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What would you say is the strength of the bike you tried?

Anthony: Charging downhill on rugged trails. Downhill is where it reaches the maximum limit of awesomeness. I didnt think the 29s would make that much of a difference. But it took less effort to keep momentum. I felt more locked in even on the corners.

Aaron: It keeps you more in touch with the trail. You get the feedback from the terrain, and that lets you work with the features a bit more. Rather than just mowing over them and not really even noticing.

What was your favorite part of trying out a similar but different bike to what you regularly ride?

Anthony: It was helpful in seeing what I like as a rider. The Remedy is a blast! I think you have to figure out what style of rider you are.

Aaron: I enjoyed getting the hands on feel for these bikes. Because on paper these bikes are very similar. But on the trail, they are two very different bikes.

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Youth Mountain Bike Ride

Mountain biking, for some of us, is about shredding the downhill and hitting all the jumps and features, for others it’s about exploring the outdoors on bike. It’s an experience we enjoy and wish to pass on to the next generation. 

This summer we introduced and shared that experience to new riders on our Youth Mountain Bike Ride. Every other Saturday we hosted shuttle rides to Spence Mountain on the new green trail (beginner trail) called Mazama.  We dropped everyone off near the top of the trail (we still had a short 10-15 minute fire road climb to the of top the trail).  From there we briefed the kids on how to descend properly on their bikes, and the features they would encounter such as switchbacks, steep downhill sections, and loose rocks.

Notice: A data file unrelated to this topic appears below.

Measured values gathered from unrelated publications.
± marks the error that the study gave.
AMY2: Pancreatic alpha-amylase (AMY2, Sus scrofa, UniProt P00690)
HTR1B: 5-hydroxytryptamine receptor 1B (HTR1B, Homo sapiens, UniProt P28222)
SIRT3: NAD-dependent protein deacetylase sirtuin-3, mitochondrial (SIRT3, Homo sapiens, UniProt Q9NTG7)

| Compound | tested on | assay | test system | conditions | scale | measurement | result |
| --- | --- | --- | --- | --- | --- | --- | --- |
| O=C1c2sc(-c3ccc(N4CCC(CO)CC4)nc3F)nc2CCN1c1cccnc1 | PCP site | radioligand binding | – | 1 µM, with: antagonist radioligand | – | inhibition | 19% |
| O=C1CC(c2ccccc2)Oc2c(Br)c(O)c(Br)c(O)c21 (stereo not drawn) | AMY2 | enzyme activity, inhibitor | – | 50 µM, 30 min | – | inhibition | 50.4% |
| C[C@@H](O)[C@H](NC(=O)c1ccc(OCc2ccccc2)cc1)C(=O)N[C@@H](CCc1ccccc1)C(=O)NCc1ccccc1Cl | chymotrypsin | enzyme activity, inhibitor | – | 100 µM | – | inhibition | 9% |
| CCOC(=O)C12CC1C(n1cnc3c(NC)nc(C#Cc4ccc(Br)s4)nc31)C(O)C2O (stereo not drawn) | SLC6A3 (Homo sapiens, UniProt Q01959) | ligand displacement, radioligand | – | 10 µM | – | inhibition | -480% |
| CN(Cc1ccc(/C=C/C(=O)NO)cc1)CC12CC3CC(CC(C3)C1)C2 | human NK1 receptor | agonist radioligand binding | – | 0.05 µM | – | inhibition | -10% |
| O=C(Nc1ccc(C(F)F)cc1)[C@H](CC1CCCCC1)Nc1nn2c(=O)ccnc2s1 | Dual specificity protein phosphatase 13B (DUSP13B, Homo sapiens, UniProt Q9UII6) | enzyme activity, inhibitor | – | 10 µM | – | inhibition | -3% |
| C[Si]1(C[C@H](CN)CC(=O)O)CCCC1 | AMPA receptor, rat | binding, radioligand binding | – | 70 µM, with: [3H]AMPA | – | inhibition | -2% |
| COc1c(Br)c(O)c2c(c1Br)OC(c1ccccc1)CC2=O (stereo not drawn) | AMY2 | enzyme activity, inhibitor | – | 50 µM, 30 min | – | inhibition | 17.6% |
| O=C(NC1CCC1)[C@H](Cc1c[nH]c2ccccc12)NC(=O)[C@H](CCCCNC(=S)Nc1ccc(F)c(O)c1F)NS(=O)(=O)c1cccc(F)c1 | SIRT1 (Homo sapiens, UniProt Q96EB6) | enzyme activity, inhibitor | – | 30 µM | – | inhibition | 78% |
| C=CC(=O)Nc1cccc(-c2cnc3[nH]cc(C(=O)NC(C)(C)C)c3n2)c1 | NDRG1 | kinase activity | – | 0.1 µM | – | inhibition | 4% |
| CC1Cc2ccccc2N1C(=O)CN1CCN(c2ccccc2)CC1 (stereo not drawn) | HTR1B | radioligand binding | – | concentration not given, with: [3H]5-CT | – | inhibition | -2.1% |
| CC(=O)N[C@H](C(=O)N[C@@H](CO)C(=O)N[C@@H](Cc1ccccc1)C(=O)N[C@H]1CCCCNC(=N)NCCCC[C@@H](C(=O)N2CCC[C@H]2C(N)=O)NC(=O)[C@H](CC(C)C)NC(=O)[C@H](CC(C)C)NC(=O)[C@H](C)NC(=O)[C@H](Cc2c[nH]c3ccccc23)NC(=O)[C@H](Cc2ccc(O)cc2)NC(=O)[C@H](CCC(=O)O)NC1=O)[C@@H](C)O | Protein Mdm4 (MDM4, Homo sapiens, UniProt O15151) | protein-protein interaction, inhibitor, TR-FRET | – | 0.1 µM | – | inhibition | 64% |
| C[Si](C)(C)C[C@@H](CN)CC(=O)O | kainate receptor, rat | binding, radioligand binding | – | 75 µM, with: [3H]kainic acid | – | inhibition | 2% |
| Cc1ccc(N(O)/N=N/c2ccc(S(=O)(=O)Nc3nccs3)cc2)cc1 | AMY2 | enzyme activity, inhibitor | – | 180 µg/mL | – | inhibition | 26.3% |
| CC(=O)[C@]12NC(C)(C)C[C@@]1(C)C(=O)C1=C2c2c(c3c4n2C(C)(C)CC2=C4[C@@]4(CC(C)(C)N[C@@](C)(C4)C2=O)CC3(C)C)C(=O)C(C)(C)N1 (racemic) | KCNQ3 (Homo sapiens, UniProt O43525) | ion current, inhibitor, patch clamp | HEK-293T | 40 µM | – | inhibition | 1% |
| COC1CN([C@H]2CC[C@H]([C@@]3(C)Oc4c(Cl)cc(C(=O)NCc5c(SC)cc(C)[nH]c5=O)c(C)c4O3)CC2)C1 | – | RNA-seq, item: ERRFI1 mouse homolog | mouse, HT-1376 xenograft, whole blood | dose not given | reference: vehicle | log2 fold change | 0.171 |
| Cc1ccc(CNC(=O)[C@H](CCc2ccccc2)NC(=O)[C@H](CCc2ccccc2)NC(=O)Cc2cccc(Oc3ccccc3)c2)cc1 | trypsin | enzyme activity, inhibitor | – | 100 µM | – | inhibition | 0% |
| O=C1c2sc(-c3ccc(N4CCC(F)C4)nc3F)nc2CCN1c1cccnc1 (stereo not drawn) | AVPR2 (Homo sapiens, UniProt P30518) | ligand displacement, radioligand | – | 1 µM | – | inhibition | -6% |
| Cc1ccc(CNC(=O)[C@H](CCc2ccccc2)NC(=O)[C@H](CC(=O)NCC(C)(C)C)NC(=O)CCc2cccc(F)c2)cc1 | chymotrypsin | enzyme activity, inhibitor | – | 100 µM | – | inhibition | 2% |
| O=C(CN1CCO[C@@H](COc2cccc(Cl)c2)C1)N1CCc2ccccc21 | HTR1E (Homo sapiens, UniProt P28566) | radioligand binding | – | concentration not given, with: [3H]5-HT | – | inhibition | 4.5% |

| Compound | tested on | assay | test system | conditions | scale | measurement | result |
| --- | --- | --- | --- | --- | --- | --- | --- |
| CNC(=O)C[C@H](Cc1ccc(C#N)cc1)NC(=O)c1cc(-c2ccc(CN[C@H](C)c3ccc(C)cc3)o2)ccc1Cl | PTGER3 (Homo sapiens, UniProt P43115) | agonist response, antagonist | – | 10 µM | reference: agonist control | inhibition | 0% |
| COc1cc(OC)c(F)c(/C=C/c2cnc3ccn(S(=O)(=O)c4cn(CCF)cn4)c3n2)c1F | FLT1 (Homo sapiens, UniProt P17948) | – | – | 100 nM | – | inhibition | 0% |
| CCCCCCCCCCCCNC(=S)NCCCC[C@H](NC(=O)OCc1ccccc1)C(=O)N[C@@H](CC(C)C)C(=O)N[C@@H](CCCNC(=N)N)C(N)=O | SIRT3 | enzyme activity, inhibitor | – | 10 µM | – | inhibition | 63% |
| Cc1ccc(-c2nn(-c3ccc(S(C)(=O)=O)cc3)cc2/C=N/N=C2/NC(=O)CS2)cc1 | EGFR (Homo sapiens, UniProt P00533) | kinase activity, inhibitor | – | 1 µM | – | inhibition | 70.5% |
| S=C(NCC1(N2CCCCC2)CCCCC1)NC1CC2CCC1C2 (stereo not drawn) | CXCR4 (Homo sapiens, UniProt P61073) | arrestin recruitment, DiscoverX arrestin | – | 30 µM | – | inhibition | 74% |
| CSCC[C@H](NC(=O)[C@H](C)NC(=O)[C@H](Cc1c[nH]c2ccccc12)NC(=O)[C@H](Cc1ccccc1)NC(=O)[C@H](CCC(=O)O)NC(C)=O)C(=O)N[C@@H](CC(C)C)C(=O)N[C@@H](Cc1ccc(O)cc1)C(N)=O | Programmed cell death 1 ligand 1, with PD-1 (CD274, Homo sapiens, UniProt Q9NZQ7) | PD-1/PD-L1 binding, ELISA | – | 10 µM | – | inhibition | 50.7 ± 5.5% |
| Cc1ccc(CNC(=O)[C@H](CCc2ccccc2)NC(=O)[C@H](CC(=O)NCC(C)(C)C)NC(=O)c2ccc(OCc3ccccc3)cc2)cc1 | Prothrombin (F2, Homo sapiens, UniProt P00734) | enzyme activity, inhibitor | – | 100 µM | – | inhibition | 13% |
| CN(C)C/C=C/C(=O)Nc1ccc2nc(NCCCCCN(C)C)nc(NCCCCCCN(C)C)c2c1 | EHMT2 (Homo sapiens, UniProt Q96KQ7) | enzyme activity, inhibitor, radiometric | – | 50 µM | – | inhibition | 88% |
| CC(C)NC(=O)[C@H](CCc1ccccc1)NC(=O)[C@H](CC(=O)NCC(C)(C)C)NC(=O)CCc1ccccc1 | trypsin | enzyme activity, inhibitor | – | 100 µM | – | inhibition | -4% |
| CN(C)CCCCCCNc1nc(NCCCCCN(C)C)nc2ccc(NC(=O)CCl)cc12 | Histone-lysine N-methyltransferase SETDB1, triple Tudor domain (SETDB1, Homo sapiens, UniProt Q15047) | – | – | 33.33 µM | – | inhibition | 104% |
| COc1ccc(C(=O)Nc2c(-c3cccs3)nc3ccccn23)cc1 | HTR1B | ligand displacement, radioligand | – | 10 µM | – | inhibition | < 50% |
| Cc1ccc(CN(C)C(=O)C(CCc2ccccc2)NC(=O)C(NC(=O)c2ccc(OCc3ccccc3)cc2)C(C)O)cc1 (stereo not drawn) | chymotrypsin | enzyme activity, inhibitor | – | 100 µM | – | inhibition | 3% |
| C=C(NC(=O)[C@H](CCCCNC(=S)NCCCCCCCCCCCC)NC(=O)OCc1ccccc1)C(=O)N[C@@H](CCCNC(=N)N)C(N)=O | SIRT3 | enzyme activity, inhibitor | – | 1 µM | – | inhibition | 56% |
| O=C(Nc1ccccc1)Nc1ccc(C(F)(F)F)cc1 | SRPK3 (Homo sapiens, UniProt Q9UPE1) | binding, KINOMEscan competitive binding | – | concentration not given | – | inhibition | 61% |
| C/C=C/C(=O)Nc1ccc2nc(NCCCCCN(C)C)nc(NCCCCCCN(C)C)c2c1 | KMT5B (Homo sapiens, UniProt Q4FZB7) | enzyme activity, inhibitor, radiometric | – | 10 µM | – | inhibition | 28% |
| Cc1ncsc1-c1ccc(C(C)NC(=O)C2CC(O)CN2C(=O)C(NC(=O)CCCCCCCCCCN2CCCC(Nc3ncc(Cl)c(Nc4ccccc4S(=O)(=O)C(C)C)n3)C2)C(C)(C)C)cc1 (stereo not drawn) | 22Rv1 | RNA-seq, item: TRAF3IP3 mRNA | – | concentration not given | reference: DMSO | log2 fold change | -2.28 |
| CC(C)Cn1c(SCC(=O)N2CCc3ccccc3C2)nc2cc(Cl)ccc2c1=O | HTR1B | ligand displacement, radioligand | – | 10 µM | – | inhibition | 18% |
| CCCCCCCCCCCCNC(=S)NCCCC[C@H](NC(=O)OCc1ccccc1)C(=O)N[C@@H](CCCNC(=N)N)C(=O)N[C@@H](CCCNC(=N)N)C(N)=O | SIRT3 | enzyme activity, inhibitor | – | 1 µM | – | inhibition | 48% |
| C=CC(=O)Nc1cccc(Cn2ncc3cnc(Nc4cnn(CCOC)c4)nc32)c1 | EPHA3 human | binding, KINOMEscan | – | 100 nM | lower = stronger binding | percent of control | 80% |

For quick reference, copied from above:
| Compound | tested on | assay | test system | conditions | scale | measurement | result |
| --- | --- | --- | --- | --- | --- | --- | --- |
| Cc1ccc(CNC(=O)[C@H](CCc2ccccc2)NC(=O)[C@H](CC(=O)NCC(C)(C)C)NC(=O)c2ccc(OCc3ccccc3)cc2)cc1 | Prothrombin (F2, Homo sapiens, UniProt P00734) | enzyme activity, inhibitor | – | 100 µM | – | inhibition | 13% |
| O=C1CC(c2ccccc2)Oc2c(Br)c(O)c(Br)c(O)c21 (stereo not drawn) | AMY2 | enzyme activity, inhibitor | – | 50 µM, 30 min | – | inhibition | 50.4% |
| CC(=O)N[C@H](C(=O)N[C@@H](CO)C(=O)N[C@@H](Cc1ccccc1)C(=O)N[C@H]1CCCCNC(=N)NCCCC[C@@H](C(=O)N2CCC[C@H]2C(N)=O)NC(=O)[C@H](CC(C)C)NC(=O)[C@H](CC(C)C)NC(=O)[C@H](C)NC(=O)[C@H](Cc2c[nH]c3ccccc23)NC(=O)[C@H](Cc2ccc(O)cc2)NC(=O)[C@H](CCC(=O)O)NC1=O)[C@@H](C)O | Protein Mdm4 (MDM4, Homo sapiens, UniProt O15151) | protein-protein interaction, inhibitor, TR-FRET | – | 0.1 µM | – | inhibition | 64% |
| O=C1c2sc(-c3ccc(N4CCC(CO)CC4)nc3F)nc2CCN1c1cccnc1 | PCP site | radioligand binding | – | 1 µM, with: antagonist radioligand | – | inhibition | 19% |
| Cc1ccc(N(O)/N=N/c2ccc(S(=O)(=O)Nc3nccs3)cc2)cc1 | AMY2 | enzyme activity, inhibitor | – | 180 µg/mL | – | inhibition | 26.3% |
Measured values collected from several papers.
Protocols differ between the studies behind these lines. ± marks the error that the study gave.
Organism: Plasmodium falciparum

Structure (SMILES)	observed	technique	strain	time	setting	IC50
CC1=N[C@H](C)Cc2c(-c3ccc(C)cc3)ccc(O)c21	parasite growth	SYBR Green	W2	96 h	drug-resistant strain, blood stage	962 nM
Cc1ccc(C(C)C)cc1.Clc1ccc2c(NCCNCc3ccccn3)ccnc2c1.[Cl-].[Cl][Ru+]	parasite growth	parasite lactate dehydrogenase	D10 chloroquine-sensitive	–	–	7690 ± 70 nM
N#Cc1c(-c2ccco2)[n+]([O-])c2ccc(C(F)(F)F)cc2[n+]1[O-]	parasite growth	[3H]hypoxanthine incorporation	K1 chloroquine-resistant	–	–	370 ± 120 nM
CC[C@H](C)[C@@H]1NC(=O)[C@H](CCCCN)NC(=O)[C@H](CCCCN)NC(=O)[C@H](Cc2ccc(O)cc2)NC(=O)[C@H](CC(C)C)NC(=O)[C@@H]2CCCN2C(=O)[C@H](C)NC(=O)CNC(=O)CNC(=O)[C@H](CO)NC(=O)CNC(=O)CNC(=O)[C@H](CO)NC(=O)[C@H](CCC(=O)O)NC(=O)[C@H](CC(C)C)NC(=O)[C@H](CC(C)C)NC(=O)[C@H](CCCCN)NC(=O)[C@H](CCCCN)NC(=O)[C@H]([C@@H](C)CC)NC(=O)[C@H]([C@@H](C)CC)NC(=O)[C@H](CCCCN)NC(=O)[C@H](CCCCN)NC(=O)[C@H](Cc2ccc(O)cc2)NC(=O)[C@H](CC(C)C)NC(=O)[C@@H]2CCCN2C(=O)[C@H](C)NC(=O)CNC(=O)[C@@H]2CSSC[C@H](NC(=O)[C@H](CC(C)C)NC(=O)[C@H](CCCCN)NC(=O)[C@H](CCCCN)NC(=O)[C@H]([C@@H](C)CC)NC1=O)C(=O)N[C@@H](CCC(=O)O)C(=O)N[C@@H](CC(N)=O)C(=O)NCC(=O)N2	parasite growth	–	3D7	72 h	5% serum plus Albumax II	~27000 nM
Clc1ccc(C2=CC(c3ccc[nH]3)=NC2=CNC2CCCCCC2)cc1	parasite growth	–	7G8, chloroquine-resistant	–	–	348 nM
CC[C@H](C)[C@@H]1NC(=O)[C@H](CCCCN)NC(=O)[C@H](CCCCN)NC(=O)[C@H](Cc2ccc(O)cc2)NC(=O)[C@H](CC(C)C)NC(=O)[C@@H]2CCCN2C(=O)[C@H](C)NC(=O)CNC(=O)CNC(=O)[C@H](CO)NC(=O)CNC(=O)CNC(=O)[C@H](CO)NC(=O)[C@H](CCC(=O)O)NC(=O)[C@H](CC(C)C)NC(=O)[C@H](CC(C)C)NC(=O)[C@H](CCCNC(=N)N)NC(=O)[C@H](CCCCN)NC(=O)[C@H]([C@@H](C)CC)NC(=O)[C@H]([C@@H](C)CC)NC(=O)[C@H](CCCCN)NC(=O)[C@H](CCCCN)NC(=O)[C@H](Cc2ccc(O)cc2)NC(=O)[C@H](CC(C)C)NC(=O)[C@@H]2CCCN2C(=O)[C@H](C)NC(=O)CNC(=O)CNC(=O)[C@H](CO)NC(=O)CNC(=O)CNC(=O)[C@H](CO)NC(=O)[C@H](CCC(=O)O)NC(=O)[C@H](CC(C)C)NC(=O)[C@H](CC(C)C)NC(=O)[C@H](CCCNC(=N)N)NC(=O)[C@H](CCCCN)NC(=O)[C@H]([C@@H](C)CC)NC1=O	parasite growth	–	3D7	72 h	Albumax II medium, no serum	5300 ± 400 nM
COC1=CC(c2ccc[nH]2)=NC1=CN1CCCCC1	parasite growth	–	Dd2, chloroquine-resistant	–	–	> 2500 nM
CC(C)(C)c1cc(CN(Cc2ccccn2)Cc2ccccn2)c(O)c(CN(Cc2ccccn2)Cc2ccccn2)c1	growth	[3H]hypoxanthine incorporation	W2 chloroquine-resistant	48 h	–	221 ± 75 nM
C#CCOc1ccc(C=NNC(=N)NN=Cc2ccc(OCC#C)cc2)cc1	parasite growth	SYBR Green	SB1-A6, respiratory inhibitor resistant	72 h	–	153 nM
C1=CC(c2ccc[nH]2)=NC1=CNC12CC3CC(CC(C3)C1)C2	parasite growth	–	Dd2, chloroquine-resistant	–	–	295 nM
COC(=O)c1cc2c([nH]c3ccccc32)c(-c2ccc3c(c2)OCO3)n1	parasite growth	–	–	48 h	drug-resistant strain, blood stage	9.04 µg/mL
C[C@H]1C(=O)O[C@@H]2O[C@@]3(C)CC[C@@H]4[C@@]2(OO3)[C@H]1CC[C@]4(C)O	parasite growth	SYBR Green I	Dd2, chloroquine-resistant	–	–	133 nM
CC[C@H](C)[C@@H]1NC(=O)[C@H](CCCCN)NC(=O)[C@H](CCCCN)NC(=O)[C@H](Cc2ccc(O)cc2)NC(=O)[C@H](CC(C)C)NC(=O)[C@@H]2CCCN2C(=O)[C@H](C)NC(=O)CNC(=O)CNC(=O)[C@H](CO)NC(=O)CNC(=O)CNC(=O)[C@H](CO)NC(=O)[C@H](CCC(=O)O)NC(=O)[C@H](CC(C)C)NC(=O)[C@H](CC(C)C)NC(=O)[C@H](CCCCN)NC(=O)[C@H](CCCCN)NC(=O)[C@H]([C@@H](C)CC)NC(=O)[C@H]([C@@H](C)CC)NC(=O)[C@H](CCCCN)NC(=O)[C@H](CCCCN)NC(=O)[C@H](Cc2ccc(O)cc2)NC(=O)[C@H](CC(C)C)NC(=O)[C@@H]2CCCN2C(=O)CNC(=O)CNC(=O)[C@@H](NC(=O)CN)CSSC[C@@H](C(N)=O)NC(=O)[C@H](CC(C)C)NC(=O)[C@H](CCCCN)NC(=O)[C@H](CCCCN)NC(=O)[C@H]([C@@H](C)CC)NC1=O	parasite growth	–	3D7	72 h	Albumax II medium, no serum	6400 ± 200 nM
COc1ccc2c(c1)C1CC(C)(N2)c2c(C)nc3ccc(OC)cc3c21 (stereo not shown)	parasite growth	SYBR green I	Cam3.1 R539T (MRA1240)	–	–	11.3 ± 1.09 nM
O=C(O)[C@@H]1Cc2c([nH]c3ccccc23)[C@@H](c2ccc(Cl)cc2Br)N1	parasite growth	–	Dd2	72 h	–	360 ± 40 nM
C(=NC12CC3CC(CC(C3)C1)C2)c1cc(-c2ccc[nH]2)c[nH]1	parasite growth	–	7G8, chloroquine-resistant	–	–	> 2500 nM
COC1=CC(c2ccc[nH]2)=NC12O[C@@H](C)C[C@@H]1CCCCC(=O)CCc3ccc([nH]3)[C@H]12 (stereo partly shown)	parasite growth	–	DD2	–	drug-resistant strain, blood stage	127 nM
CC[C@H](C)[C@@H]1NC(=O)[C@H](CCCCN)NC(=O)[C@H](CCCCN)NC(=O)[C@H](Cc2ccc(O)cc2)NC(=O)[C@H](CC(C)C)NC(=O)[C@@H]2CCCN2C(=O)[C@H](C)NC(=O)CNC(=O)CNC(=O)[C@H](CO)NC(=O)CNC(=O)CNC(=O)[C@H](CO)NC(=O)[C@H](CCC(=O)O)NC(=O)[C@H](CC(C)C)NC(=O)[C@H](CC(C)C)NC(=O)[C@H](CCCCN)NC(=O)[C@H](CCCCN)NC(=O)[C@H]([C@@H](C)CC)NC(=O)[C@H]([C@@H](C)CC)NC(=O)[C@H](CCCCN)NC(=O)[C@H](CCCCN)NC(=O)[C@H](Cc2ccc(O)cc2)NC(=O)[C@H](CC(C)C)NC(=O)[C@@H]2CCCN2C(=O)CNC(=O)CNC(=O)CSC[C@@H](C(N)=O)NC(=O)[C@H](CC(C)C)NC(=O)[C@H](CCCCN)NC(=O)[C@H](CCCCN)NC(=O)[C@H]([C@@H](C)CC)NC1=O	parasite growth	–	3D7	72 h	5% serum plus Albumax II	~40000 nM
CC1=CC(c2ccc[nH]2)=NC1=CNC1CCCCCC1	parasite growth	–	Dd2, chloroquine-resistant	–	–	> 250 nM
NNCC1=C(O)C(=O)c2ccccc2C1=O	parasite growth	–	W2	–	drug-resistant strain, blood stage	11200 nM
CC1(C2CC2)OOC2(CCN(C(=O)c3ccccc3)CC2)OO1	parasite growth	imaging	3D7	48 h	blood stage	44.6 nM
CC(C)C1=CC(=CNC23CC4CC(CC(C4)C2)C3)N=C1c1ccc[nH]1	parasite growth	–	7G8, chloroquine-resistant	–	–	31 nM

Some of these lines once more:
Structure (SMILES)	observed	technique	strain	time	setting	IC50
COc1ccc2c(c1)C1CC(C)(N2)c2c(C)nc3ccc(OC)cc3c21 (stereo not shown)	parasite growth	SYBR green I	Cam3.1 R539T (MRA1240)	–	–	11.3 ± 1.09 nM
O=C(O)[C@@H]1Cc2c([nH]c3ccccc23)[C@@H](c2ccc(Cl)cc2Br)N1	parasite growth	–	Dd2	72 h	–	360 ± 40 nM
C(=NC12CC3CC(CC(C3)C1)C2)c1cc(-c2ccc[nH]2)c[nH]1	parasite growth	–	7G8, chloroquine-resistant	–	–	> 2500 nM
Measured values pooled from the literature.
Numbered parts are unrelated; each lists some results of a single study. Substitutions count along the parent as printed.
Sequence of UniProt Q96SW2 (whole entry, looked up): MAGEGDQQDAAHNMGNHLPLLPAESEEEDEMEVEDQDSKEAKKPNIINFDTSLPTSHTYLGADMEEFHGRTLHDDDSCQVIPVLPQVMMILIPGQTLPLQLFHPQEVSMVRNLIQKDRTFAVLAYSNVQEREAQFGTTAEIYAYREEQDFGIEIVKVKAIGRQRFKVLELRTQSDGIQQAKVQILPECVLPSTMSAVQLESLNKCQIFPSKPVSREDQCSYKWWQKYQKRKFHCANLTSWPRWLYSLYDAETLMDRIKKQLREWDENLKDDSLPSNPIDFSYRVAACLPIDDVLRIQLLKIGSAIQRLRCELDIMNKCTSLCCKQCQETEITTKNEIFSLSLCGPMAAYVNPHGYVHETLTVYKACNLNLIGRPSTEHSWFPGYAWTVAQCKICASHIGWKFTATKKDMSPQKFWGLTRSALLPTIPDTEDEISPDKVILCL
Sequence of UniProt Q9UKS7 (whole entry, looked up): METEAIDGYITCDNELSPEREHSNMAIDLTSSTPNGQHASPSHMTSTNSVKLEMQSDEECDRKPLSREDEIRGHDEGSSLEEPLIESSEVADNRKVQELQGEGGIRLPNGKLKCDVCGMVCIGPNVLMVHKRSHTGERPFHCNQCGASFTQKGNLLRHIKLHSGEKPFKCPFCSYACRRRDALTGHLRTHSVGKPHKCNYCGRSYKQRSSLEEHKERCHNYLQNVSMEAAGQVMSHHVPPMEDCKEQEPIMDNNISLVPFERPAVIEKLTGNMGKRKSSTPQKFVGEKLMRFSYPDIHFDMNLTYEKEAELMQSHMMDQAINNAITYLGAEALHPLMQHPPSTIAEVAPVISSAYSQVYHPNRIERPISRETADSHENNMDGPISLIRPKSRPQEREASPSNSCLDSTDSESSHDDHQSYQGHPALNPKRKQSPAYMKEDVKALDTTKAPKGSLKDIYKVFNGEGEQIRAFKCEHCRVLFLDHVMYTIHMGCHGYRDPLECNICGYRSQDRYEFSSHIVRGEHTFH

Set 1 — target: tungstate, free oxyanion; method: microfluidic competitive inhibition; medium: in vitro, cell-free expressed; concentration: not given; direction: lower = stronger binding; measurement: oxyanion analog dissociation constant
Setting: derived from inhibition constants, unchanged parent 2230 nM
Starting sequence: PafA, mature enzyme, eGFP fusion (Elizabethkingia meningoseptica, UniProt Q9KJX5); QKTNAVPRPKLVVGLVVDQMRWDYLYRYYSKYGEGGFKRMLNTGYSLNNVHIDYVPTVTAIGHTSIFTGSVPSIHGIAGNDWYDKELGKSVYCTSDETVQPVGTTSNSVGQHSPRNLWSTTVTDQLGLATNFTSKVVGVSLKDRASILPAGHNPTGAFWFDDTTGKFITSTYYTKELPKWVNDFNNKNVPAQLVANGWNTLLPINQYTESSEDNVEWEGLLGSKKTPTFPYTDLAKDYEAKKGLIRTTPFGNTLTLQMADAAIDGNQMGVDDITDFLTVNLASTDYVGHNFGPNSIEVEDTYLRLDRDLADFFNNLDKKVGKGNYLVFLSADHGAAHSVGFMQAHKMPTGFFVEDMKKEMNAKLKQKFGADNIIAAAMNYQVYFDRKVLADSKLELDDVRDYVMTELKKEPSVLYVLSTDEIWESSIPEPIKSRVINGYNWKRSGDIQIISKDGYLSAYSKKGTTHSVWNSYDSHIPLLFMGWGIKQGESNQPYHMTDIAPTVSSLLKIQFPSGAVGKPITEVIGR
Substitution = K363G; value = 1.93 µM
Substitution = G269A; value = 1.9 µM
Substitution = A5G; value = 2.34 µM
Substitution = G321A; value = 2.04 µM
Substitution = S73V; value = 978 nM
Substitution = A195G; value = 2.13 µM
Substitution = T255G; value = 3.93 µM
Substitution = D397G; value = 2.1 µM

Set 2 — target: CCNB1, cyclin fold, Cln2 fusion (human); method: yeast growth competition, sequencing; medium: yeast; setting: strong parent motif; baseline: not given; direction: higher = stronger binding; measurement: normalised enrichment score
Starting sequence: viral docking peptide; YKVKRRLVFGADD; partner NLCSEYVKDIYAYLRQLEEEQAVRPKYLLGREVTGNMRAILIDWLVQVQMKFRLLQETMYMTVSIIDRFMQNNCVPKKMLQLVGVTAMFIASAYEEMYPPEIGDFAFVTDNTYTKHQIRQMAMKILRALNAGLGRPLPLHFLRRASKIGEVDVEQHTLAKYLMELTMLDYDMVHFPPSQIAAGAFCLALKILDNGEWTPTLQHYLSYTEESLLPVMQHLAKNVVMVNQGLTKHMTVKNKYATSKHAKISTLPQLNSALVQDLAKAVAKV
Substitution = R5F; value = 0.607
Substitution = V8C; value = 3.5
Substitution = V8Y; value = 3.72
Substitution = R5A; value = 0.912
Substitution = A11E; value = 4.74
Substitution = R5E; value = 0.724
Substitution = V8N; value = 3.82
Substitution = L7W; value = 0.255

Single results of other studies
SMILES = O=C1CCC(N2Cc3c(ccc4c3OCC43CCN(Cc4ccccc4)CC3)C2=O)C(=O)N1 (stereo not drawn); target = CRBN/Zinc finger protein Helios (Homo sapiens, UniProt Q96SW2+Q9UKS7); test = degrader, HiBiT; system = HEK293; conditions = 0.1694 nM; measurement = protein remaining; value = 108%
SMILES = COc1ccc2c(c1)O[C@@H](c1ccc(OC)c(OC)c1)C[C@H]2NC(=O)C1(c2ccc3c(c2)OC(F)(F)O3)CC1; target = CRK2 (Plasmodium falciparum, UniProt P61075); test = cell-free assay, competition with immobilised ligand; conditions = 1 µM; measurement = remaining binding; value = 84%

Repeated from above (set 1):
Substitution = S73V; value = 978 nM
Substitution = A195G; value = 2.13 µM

It was great to see how everyone handled certain features. Some struggled through the switchbacks (a very sharp corner), at first but with some practice, most were able to pick the right line and ride it out smooth.

At the end of the trail, the shuttle was there ready to pick up everyone and their bikes.  We then headed back into town for some frozen yogurt and some social time.  Thanks to all the volunteers, parents, and kids for showing up to these rides. We hope to grow this ride in the following years.

This October 8th, we are hosting IMBA's Take a Kid Mountain Biking Day at Spence Mountain.  We will be meeting up at the Spence Mountain North Trailhead at 12:00 PM.  

We are hosting Take a Kid Mountain Biking up at the Spence Mountain North Trailhead at 12:00 PM.  

There will be two routes.  For the younger kids we suggest riding the Mazama trail to the first gate and back. This is good for those just learning to ride a bike.  A balance bike with no pedals, and pedal bikes size 12", 16" and 20" bikes would be good for this option.  

We will also offer a shuttle to the top of Mazama for more advance riders. A bike with with 20" or bigger wheels and good brakes is good option for this ride.

For those interested in doing the Mazama shuttle, please be sure your bike and/or kid's bike is in working order by stopping at the shop for a free inspection.

If you are interested in helping out with this ride or have any questions please contact Lillian at